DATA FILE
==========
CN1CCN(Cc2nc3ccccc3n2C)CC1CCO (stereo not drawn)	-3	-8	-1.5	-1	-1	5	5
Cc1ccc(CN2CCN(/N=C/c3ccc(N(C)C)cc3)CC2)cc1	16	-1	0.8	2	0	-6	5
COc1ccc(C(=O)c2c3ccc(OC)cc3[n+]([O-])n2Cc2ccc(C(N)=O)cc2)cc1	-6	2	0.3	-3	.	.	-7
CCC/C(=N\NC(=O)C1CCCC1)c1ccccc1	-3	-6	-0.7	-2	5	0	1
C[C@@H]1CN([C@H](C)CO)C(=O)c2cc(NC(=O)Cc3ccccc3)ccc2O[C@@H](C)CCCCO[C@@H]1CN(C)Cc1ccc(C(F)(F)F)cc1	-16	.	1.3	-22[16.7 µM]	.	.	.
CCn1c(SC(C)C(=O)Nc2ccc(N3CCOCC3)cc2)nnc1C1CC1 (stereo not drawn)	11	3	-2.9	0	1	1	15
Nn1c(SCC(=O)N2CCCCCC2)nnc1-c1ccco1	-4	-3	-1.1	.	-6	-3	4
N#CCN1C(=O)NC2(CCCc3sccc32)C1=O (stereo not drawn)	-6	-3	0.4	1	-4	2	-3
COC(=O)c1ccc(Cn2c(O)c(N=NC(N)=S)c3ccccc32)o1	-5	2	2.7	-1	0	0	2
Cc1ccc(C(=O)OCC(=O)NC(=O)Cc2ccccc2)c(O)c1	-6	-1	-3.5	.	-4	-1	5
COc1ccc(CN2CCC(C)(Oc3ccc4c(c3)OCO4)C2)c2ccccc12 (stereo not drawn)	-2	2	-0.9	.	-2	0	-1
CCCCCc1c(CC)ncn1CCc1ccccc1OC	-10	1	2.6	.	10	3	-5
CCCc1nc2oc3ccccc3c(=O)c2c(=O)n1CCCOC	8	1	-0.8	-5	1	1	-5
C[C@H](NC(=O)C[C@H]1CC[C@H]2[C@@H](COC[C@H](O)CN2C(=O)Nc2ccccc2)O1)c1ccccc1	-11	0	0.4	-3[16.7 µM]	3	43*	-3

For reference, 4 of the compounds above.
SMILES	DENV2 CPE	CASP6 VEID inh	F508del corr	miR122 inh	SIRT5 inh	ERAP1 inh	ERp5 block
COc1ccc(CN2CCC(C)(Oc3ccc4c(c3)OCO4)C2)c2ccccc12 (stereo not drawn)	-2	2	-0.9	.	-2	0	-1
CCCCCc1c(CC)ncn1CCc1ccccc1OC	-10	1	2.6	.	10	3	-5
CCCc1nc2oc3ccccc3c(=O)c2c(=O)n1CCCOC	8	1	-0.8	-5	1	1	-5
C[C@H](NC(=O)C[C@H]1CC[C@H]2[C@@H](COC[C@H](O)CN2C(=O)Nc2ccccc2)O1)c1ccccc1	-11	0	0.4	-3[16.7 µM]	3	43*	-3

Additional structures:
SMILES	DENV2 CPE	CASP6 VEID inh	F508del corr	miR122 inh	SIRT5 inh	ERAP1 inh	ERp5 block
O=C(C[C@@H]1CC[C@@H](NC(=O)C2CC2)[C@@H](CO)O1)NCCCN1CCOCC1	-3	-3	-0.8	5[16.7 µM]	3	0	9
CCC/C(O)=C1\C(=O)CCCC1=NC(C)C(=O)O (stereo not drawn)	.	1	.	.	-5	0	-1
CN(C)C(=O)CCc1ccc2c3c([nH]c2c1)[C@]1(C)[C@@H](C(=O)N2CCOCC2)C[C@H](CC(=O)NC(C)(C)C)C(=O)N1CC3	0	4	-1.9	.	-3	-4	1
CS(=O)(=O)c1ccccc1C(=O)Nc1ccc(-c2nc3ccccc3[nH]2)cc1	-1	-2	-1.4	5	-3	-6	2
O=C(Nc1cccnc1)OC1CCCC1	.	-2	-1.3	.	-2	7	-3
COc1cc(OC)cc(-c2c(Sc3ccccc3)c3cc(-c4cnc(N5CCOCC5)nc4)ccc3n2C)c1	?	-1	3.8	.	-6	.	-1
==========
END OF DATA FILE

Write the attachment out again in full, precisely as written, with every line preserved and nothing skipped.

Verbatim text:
CN1CCN(Cc2nc3ccccc3n2C)CC1CCO (stereo not drawn)	-3	-8	-1.5	-1	-1	5	5
Cc1ccc(CN2CCN(/N=C/c3ccc(N(C)C)cc3)CC2)cc1	16	-1	0.8	2	0	-6	5
COc1ccc(C(=O)c2c3ccc(OC)cc3[n+]([O-])n2Cc2ccc(C(N)=O)cc2)cc1	-6	2	0.3	-3	.	.	-7
CCC/C(=N\NC(=O)C1CCCC1)c1ccccc1	-3	-6	-0.7	-2	5	0	1
C[C@@H]1CN([C@H](C)CO)C(=O)c2cc(NC(=O)Cc3ccccc3)ccc2O[C@@H](C)CCCCO[C@@H]1CN(C)Cc1ccc(C(F)(F)F)cc1	-16	.	1.3	-22[16.7 µM]	.	.	.
CCn1c(SC(C)C(=O)Nc2ccc(N3CCOCC3)cc2)nnc1C1CC1 (stereo not drawn)	11	3	-2.9	0	1	1	15
Nn1c(SCC(=O)N2CCCCCC2)nnc1-c1ccco1	-4	-3	-1.1	.	-6	-3	4
N#CCN1C(=O)NC2(CCCc3sccc32)C1=O (stereo not drawn)	-6	-3	0.4	1	-4	2	-3
COC(=O)c1ccc(Cn2c(O)c(N=NC(N)=S)c3ccccc32)o1	-5	2	2.7	-1	0	0	2
Cc1ccc(C(=O)OCC(=O)NC(=O)Cc2ccccc2)c(O)c1	-6	-1	-3.5	.	-4	-1	5
COc1ccc(CN2CCC(C)(Oc3ccc4c(c3)OCO4)C2)c2ccccc12 (stereo not drawn)	-2	2	-0.9	.	-2	0	-1
CCCCCc1c(CC)ncn1CCc1ccccc1OC	-10	1	2.6	.	10	3	-5
CCCc1nc2oc3ccccc3c(=O)c2c(=O)n1CCCOC	8	1	-0.8	-5	1	1	-5
C[C@H](NC(=O)C[C@H]1CC[C@H]2[C@@H](COC[C@H](O)CN2C(=O)Nc2ccccc2)O1)c1ccccc1	-11	0	0.4	-3[16.7 µM]	3	43*	-3

For reference, 4 of the compounds above.
SMILES	DENV2 CPE	CASP6 VEID inh	F508del corr	miR122 inh	SIRT5 inh	ERAP1 inh	ERp5 block
COc1ccc(CN2CCC(C)(Oc3ccc4c(c3)OCO4)C2)c2ccccc12 (stereo not drawn)	-2	2	-0.9	.	-2	0	-1
CCCCCc1c(CC)ncn1CCc1ccccc1OC	-10	1	2.6	.	10	3	-5
CCCc1nc2oc3ccccc3c(=O)c2c(=O)n1CCCOC	8	1	-0.8	-5	1	1	-5
C[C@H](NC(=O)C[C@H]1CC[C@H]2[C@@H](COC[C@H](O)CN2C(=O)Nc2ccccc2)O1)c1ccccc1	-11	0	0.4	-3[16.7 µM]	3	43*	-3

Additional structures:
SMILES	DENV2 CPE	CASP6 VEID inh	F508del corr	miR122 inh	SIRT5 inh	ERAP1 inh	ERp5 block
O=C(C[C@@H]1CC[C@@H](NC(=O)C2CC2)[C@@H](CO)O1)NCCCN1CCOCC1	-3	-3	-0.8	5[16.7 µM]	3	0	9
CCC/C(O)=C1\C(=O)CCCC1=NC(C)C(=O)O (stereo not drawn)	.	1	.	.	-5	0	-1
CN(C)C(=O)CCc1ccc2c3c([nH]c2c1)[C@]1(C)[C@@H](C(=O)N2CCOCC2)C[C@H](CC(=O)NC(C)(C)C)C(=O)N1CC3	0	4	-1.9	.	-3	-4	1
CS(=O)(=O)c1ccccc1C(=O)Nc1ccc(-c2nc3ccccc3[nH]2)cc1	-1	-2	-1.4	5	-3	-6	2
O=C(Nc1cccnc1)OC1CCCC1	.	-2	-1.3	.	-2	7	-3
COc1cc(OC)cc(-c2c(Sc3ccccc3)c3cc(-c4cnc(N5CCOCC5)nc4)ccc3n2C)c1	?	-1	3.8	.	-6	.	-1